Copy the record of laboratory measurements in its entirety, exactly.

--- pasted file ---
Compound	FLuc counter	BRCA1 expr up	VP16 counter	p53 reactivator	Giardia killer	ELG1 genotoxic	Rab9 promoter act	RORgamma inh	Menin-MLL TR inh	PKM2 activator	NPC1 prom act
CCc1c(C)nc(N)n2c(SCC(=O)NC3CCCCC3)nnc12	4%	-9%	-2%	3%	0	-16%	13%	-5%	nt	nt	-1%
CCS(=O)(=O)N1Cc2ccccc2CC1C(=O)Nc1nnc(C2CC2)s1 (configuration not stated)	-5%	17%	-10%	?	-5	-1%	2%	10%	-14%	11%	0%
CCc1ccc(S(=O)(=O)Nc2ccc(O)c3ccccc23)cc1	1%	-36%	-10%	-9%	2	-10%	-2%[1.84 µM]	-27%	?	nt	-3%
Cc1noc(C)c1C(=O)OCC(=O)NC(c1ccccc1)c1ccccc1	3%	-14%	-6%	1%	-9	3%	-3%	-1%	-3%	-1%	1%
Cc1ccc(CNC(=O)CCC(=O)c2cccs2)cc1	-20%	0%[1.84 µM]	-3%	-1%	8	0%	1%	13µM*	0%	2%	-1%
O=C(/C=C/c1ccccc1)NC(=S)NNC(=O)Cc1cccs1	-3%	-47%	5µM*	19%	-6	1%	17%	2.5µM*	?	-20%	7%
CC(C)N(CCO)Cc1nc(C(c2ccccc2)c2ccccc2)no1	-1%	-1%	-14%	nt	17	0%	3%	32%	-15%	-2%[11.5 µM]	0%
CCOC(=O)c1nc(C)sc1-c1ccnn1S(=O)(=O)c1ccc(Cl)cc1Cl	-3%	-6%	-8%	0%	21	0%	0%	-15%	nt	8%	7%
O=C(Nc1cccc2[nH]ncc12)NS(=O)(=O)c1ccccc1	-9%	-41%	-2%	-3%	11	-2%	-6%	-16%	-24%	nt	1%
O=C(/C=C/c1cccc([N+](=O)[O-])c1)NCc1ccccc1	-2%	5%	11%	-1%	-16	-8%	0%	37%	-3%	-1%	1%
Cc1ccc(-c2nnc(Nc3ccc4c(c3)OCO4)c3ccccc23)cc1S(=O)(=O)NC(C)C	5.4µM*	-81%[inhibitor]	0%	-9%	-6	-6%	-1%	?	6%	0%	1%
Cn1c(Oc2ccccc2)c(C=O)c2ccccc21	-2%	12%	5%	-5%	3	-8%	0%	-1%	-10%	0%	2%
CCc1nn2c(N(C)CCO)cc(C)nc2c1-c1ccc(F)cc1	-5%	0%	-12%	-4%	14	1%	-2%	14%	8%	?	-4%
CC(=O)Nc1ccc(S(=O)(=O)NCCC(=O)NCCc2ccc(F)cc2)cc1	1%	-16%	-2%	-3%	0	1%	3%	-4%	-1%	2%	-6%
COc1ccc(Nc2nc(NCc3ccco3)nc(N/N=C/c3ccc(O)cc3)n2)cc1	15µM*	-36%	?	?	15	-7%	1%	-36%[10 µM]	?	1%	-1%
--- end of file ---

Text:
Compound	FLuc counter	BRCA1 expr up	VP16 counter	p53 reactivator	Giardia killer	ELG1 genotoxic	Rab9 promoter act	RORgamma inh	Menin-MLL TR inh	PKM2 activator	NPC1 prom act
CCc1c(C)nc(N)n2c(SCC(=O)NC3CCCCC3)nnc12	4%	-9%	-2%	3%	0	-16%	13%	-5%	nt	nt	-1%
CCS(=O)(=O)N1Cc2ccccc2CC1C(=O)Nc1nnc(C2CC2)s1 (configuration not stated)	-5%	17%	-10%	?	-5	-1%	2%	10%	-14%	11%	0%
CCc1ccc(S(=O)(=O)Nc2ccc(O)c3ccccc23)cc1	1%	-36%	-10%	-9%	2	-10%	-2%[1.84 µM]	-27%	?	nt	-3%
Cc1noc(C)c1C(=O)OCC(=O)NC(c1ccccc1)c1ccccc1	3%	-14%	-6%	1%	-9	3%	-3%	-1%	-3%	-1%	1%
Cc1ccc(CNC(=O)CCC(=O)c2cccs2)cc1	-20%	0%[1.84 µM]	-3%	-1%	8	0%	1%	13µM*	0%	2%	-1%
O=C(/C=C/c1ccccc1)NC(=S)NNC(=O)Cc1cccs1	-3%	-47%	5µM*	19%	-6	1%	17%	2.5µM*	?	-20%	7%
CC(C)N(CCO)Cc1nc(C(c2ccccc2)c2ccccc2)no1	-1%	-1%	-14%	nt	17	0%	3%	32%	-15%	-2%[11.5 µM]	0%
CCOC(=O)c1nc(C)sc1-c1ccnn1S(=O)(=O)c1ccc(Cl)cc1Cl	-3%	-6%	-8%	0%	21	0%	0%	-15%	nt	8%	7%
O=C(Nc1cccc2[nH]ncc12)NS(=O)(=O)c1ccccc1	-9%	-41%	-2%	-3%	11	-2%	-6%	-16%	-24%	nt	1%
O=C(/C=C/c1cccc([N+](=O)[O-])c1)NCc1ccccc1	-2%	5%	11%	-1%	-16	-8%	0%	37%	-3%	-1%	1%
Cc1ccc(-c2nnc(Nc3ccc4c(c3)OCO4)c3ccccc23)cc1S(=O)(=O)NC(C)C	5.4µM*	-81%[inhibitor]	0%	-9%	-6	-6%	-1%	?	6%	0%	1%
Cn1c(Oc2ccccc2)c(C=O)c2ccccc21	-2%	12%	5%	-5%	3	-8%	0%	-1%	-10%	0%	2%
CCc1nn2c(N(C)CCO)cc(C)nc2c1-c1ccc(F)cc1	-5%	0%	-12%	-4%	14	1%	-2%	14%	8%	?	-4%
CC(=O)Nc1ccc(S(=O)(=O)NCCC(=O)NCCc2ccc(F)cc2)cc1	1%	-16%	-2%	-3%	0	1%	3%	-4%	-1%	2%	-6%
COc1ccc(Nc2nc(NCc3ccco3)nc(N/N=C/c3ccc(O)cc3)n2)cc1	15µM*	-36%	?	?	15	-7%	1%	-36%[10 µM]	?	1%	-1%